The vision of the National Quality Assurance Framework is to:

1.Improve the consistency and industry relevance of NSQF graduates through closer partnerships with industry and other social partners;
2.Accommodate diversity and protects learners from inferior and non-relevant skills development for people from all socio-economic backgrounds and genders;
3.Provide a structure for continuous improvement of the VET and general education systems in India;
4.Improve the quality of all education and training in India, even those delivered by institutions that have limited resources, by an inclusive quality framework, which permits such institutions to achieve the quality standards laid down in the NQAF. The objective is not to exclude large number of participants in the VET and general education process by an exclusive framework that set benchmarks that excludes much of education and training provision existing in the country;
5. Provide greater transparency and consistency across the entire VET and general education system as it provides a common framework for the system as a whole to improve, monitor and evaluate the management, provision and outcomes of education and training.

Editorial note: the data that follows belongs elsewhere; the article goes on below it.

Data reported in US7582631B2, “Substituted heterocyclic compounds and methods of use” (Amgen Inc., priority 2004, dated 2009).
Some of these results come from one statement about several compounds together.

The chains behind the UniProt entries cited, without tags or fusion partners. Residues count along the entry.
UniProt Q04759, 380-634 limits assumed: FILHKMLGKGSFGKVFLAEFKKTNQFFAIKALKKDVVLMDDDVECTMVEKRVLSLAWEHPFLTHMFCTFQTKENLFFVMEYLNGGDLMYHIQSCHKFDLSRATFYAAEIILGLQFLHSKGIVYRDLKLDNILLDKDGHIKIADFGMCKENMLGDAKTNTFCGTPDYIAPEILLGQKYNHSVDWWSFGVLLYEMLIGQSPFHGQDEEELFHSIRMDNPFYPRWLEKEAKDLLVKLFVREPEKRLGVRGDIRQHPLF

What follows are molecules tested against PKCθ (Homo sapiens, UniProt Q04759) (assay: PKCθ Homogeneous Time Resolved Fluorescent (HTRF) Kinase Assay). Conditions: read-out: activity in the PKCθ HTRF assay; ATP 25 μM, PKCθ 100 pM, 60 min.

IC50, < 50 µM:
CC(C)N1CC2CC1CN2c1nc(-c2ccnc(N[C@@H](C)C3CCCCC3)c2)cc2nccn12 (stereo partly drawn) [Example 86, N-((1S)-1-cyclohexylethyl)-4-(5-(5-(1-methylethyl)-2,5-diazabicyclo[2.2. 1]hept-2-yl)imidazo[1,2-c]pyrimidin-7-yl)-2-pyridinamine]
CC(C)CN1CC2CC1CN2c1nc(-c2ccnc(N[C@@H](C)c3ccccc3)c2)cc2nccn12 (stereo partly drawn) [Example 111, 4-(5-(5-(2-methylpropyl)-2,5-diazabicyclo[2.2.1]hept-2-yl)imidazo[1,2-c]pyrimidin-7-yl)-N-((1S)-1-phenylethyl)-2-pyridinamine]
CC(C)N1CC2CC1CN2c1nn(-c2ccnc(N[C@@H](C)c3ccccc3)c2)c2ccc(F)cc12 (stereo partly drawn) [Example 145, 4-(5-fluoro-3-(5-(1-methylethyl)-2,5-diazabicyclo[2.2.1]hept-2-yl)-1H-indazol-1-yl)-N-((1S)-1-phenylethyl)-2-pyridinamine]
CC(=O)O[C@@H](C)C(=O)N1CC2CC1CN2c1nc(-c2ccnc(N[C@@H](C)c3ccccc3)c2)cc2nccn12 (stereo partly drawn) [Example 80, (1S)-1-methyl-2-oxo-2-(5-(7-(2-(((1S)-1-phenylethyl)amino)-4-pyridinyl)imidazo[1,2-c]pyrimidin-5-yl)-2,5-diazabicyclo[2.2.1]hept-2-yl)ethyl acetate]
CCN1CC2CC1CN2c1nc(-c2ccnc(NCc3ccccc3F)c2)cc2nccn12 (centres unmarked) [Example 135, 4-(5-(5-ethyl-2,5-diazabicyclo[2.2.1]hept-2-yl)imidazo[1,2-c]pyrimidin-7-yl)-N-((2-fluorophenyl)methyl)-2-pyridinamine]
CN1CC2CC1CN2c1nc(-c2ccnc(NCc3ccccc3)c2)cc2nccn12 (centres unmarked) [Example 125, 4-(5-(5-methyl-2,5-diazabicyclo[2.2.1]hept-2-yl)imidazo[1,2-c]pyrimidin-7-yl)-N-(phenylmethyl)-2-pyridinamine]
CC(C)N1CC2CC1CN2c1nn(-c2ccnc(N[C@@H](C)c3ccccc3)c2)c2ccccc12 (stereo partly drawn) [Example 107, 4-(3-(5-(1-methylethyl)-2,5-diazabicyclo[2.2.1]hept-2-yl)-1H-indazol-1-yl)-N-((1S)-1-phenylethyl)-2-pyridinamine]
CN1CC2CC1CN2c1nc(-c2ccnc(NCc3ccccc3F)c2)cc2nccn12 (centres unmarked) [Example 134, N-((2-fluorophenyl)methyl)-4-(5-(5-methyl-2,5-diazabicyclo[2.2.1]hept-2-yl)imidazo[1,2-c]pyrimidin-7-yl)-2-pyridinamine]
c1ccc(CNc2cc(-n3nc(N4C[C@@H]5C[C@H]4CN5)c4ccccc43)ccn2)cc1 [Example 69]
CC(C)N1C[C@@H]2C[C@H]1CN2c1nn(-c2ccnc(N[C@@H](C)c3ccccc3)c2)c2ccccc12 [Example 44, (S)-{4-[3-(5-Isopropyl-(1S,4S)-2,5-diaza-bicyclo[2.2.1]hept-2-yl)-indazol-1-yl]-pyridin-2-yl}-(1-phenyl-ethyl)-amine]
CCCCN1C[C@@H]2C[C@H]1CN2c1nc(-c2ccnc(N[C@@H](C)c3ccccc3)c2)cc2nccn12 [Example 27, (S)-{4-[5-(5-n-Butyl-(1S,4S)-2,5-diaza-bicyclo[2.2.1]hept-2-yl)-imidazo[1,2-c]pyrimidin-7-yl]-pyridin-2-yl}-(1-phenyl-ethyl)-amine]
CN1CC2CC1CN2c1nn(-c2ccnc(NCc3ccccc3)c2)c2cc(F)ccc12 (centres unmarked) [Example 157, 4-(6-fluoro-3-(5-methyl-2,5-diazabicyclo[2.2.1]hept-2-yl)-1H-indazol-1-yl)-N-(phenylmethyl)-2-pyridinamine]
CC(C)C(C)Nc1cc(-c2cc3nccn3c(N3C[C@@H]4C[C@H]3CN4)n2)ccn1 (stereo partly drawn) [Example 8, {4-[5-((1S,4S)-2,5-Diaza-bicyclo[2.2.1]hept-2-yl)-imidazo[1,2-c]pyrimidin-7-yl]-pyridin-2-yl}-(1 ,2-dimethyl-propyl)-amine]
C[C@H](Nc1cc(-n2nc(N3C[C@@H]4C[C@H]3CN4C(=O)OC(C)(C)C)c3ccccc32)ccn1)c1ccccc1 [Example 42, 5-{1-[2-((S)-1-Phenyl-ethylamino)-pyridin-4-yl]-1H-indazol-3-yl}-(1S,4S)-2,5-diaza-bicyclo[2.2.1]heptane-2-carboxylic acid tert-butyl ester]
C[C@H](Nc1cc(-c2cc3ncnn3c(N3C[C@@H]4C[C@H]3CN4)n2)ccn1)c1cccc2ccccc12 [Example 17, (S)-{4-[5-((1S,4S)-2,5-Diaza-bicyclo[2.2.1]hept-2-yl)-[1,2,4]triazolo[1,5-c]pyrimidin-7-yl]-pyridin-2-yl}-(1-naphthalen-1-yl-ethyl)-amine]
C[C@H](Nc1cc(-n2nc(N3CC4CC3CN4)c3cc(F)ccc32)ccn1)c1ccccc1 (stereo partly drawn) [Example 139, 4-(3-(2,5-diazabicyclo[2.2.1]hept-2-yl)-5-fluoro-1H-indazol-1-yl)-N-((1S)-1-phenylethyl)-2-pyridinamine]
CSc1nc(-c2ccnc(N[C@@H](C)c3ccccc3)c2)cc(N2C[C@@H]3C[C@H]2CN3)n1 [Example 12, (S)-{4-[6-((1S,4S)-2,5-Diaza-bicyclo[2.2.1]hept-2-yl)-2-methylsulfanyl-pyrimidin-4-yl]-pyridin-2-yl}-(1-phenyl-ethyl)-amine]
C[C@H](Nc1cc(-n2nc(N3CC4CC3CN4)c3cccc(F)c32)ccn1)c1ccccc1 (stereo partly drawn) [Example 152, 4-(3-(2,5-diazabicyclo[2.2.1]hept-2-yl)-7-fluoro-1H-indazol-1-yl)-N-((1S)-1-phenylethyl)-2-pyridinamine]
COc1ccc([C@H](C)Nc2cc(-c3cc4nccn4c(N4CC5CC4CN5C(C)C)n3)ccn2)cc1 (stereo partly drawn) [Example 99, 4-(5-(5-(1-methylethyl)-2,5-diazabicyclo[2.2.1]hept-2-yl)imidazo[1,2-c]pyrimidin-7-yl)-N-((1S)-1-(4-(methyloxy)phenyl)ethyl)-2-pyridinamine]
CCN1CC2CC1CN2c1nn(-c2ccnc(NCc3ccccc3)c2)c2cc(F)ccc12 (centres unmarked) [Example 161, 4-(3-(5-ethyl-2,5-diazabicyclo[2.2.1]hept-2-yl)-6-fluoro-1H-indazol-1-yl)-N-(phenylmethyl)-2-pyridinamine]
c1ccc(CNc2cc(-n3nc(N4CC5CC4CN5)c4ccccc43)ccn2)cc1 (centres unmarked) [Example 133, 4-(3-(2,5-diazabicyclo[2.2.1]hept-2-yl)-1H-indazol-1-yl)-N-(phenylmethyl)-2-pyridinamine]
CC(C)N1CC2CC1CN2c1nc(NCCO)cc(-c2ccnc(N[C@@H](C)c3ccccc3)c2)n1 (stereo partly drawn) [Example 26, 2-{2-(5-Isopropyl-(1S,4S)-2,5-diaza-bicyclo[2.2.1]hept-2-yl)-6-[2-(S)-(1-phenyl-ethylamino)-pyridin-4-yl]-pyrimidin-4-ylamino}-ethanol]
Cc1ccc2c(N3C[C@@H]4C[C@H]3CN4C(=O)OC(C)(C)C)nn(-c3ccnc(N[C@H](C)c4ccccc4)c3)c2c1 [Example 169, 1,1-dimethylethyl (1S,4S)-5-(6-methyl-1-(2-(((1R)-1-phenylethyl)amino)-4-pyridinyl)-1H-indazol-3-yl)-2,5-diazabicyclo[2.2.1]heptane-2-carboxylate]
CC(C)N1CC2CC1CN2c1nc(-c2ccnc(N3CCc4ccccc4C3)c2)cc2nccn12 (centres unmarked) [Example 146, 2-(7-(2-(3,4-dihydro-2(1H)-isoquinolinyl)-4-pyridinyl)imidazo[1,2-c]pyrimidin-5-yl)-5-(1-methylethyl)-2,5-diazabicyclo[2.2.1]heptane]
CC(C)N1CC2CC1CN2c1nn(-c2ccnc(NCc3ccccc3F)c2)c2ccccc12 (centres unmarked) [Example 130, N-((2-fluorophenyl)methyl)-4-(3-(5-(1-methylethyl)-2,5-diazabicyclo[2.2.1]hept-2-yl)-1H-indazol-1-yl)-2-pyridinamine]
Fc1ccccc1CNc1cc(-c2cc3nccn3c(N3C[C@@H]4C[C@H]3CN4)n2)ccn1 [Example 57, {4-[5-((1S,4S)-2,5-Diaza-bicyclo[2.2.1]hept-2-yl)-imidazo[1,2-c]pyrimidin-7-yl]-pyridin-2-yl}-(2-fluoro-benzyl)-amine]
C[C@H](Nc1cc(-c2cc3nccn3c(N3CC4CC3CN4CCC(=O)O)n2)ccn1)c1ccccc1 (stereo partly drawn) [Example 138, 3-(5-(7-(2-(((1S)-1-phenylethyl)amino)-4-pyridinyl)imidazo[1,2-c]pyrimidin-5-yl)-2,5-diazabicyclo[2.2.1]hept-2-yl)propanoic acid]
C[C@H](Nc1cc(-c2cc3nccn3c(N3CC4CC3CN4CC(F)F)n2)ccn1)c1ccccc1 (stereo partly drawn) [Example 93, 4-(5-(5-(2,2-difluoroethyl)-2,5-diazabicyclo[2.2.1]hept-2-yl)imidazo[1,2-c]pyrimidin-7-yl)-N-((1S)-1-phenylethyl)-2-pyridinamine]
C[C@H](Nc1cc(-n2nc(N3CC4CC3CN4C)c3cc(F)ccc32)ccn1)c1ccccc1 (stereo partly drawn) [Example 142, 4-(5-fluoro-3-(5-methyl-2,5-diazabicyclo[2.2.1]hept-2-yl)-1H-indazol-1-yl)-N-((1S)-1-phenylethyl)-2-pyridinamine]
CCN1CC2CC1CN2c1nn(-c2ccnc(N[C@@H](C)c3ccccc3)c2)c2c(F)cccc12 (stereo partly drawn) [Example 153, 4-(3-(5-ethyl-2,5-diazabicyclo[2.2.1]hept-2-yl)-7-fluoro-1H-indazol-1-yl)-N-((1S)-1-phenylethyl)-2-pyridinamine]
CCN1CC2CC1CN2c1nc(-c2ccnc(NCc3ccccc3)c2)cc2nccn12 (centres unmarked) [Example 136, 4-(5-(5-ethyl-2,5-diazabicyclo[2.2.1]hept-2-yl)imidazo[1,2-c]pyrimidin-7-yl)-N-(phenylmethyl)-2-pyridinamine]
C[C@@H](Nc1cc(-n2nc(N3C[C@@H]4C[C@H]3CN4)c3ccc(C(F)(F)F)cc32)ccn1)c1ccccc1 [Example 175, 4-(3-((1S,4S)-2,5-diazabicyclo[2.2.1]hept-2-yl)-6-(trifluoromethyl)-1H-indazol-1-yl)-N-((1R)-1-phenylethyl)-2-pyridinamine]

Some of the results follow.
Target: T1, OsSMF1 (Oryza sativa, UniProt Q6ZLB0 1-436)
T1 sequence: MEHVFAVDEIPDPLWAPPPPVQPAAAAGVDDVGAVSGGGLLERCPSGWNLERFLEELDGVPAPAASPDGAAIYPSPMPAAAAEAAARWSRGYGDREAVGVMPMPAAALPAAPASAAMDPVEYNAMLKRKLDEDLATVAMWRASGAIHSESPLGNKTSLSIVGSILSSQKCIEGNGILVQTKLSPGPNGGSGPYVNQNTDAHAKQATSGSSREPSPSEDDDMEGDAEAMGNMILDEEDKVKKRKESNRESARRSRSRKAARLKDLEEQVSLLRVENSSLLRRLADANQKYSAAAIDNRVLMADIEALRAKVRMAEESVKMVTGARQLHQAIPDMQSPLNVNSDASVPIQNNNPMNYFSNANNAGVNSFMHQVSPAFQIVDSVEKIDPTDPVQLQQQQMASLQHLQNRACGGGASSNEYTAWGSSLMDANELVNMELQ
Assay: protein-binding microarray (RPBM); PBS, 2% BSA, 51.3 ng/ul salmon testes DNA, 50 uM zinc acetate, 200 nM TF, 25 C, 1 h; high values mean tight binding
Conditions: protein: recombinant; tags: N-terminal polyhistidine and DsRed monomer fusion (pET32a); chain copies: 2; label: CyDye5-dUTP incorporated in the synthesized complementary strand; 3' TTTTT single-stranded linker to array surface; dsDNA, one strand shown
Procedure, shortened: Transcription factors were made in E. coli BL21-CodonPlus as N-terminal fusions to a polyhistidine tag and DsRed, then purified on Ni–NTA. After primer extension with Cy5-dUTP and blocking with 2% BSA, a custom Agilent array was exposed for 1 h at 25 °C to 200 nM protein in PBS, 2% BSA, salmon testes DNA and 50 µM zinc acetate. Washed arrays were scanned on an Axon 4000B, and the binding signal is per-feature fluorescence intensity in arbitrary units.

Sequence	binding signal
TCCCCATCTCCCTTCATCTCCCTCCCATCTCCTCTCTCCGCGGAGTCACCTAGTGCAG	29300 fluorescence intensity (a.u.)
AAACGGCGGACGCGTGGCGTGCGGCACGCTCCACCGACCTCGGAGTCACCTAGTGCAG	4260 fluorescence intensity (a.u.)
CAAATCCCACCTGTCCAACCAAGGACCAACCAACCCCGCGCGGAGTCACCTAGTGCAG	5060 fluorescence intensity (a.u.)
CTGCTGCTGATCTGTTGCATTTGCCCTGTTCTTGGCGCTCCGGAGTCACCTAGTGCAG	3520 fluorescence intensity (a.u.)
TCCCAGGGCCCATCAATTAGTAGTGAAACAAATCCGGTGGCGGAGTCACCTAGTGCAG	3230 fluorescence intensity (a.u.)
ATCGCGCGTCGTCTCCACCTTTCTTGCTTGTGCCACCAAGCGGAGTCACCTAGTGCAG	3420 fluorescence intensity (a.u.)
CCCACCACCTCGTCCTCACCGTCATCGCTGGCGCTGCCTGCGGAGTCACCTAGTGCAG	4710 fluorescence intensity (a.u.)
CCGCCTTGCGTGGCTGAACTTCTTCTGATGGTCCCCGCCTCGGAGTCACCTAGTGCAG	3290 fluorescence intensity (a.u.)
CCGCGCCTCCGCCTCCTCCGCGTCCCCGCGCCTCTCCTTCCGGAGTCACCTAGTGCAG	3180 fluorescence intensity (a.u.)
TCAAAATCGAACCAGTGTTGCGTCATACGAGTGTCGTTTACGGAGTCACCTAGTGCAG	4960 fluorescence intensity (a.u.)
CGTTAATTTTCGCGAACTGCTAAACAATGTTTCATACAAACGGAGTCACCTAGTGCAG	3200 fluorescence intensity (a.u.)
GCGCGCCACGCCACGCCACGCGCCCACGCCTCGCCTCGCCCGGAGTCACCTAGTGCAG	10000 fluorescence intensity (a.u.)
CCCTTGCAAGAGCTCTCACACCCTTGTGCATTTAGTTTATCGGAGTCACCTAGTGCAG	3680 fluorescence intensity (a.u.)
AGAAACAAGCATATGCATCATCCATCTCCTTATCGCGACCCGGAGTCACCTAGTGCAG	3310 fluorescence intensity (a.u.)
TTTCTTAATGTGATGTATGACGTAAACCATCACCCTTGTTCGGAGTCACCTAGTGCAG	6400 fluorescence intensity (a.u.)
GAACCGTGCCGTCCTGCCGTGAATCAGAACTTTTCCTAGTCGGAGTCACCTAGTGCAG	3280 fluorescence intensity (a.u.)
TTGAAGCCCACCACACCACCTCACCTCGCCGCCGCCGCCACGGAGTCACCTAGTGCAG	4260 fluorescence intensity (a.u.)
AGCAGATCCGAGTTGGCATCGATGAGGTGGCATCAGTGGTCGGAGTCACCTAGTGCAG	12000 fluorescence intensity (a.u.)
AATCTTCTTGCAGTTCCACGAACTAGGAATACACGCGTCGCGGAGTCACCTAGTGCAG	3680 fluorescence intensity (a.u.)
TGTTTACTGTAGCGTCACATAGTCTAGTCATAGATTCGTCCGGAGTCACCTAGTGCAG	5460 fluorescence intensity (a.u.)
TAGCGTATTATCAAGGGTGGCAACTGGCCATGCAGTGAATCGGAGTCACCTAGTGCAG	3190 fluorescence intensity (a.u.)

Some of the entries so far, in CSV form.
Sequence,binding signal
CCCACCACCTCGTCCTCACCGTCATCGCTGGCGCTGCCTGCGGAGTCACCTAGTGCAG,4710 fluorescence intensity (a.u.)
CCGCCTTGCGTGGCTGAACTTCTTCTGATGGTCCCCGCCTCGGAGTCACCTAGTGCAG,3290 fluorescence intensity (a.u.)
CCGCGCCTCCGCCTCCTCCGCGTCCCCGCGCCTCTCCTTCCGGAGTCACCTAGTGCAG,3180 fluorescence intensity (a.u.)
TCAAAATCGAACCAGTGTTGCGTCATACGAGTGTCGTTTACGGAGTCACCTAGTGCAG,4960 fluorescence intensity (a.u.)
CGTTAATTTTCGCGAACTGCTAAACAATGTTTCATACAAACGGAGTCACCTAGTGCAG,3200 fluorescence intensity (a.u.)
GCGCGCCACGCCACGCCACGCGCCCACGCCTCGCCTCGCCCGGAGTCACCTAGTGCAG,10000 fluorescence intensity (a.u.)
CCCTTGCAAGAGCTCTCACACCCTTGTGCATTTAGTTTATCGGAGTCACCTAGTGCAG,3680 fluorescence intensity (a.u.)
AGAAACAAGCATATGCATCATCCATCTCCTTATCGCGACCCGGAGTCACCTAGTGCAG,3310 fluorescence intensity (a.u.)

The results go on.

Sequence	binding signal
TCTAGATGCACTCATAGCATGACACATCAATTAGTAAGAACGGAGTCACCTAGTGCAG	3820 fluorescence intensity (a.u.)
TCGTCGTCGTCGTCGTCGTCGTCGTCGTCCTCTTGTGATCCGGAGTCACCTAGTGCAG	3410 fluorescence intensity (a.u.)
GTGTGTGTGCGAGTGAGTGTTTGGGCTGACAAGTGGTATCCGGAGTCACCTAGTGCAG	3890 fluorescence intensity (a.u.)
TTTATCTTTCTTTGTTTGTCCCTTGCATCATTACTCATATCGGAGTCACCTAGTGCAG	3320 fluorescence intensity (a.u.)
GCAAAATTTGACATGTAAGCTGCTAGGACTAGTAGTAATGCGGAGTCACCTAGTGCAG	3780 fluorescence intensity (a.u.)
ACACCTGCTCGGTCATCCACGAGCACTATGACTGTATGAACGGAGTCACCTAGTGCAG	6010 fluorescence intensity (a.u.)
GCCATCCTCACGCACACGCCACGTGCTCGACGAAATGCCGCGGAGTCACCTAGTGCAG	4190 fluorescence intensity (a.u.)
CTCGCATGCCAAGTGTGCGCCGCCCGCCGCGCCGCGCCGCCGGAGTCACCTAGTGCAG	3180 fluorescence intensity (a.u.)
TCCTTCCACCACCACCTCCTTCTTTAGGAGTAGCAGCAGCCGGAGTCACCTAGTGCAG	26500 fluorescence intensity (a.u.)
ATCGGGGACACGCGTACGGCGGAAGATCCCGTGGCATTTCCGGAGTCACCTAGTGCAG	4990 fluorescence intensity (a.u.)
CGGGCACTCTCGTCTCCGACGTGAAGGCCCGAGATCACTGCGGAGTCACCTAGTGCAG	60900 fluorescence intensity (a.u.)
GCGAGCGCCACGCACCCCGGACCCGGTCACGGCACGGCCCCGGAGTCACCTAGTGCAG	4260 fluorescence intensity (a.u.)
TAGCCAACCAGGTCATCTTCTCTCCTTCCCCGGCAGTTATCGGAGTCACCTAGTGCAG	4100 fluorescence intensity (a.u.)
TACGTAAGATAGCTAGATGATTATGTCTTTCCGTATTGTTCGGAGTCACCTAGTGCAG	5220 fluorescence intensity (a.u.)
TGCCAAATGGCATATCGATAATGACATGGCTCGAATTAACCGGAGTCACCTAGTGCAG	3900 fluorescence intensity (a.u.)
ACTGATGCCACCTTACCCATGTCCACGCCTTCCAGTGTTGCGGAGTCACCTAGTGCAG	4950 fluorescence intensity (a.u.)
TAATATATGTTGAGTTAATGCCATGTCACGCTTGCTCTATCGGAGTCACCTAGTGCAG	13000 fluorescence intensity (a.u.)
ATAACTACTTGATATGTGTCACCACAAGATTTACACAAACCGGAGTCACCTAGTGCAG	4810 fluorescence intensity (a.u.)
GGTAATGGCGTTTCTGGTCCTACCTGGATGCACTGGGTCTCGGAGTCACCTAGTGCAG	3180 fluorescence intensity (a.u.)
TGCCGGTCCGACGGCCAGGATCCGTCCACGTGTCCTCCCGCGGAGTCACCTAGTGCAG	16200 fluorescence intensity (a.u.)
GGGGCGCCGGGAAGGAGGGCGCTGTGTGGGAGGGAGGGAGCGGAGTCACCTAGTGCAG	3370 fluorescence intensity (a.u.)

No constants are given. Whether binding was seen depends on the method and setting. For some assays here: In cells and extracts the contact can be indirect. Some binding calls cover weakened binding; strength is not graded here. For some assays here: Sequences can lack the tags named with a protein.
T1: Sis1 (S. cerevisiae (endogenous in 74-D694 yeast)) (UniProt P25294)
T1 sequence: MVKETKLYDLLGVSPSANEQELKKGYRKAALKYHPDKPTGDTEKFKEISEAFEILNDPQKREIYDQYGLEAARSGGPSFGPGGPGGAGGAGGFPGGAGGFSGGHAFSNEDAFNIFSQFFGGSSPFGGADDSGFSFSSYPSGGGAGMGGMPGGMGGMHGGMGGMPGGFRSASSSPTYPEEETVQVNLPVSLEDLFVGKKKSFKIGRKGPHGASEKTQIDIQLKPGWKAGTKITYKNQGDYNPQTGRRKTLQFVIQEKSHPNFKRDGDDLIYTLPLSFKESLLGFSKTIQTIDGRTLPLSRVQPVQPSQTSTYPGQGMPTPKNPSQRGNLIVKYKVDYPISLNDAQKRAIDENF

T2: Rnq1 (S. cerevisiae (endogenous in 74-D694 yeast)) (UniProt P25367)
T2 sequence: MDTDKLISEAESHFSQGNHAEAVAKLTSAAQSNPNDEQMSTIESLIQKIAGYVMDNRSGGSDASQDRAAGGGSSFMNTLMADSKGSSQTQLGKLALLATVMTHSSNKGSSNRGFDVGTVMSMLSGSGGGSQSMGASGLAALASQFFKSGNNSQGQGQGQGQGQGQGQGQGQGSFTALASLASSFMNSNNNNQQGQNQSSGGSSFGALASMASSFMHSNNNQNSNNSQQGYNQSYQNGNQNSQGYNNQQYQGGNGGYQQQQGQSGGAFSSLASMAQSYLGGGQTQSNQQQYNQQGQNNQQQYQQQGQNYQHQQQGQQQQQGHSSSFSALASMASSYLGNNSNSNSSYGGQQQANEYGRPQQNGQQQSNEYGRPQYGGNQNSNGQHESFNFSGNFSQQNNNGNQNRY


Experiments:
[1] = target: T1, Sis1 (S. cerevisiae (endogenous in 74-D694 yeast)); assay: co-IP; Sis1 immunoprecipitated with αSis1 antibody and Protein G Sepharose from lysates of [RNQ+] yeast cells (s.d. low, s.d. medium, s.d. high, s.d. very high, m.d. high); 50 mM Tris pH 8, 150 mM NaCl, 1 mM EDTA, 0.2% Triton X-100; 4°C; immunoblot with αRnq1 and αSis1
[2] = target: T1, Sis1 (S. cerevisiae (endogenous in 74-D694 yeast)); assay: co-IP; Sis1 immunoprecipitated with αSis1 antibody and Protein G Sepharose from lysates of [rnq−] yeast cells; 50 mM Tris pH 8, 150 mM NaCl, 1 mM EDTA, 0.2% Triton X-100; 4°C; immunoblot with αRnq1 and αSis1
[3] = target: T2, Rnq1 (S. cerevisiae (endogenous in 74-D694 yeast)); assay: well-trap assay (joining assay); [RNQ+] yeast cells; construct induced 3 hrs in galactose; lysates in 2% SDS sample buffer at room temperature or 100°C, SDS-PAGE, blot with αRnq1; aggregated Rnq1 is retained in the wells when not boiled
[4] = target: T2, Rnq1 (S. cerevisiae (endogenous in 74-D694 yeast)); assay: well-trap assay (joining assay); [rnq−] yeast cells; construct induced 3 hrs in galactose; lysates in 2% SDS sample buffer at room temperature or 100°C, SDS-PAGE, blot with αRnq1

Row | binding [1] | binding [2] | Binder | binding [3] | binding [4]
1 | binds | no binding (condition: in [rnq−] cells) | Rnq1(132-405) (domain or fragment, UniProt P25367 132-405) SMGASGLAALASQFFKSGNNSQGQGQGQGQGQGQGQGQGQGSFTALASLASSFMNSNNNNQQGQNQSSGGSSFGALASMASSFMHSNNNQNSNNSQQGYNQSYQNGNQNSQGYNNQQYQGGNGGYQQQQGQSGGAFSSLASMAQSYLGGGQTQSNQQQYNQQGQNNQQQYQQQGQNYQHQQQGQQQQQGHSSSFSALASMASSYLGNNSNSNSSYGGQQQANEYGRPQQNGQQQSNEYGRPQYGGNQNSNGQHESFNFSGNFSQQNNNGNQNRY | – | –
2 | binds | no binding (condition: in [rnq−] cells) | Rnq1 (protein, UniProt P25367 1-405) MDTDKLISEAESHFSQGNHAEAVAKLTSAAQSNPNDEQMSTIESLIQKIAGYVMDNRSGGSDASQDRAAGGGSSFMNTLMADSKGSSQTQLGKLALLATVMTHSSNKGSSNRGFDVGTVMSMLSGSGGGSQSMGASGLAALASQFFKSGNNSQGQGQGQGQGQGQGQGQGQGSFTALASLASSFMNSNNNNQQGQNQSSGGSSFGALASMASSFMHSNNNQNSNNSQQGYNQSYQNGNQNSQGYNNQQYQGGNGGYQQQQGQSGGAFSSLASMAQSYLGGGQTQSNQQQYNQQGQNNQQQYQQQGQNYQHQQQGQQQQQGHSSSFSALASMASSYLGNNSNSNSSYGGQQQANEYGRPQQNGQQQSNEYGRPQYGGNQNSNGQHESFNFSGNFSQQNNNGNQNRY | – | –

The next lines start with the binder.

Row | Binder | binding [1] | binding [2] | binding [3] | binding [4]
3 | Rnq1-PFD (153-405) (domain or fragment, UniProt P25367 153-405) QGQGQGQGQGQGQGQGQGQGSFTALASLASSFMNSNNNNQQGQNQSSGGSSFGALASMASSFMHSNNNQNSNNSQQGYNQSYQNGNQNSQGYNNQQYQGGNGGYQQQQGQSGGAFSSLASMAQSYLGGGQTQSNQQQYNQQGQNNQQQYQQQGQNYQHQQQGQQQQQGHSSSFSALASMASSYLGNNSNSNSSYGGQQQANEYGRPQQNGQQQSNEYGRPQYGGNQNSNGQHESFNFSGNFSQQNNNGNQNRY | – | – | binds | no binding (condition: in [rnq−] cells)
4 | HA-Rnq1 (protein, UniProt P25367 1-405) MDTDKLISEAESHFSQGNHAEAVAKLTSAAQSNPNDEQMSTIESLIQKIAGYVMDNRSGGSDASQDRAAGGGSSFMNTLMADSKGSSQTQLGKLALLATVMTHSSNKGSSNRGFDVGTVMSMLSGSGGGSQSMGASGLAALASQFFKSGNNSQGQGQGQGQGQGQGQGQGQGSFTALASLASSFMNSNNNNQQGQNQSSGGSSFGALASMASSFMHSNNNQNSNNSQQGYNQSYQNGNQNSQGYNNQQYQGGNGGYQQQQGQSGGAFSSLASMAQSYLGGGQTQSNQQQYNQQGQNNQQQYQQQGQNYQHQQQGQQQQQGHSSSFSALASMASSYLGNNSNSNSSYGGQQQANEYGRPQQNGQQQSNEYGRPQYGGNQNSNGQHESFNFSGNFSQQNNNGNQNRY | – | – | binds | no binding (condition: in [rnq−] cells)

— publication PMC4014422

The NQAF is to be applied at all levels of the VET and general education system, and can be used to assess the effectiveness of VET and general education as a whole. A nationally consistent approach to quality will assist in raising the status of VET and general education as employers will realise that graduates are exiting training/education programmes with consistent relevant skills and knowledge. Ministries, States, Government and Industry led bodies (Sector skill councils) all have a role in supporting continuous improvement across the skills development system in India. Most existing quality arrangements in India focus on up front audits rather than committing to the principle of continuously improving the quality of their training/education outcomes by building on the existing quality requirements. There are major variations in the standard of facilities, access to current equipment and the skills of teachers in the various stakeholders involved in VET and general education in India across geographies. Large urban based Training/Education Institutions are more likely to have access to skilled staff and good training equipment than in rural and remote areas. This disparity means that the quality framework must offer avenues for all training/education organisations to participate at different levels with the goal of progressing to common higher levels of quality through incremental improvement. The NQAF involves an incremental approach for training/education providers which will not adversely affect training and education efforts required to meet nationally set training targets.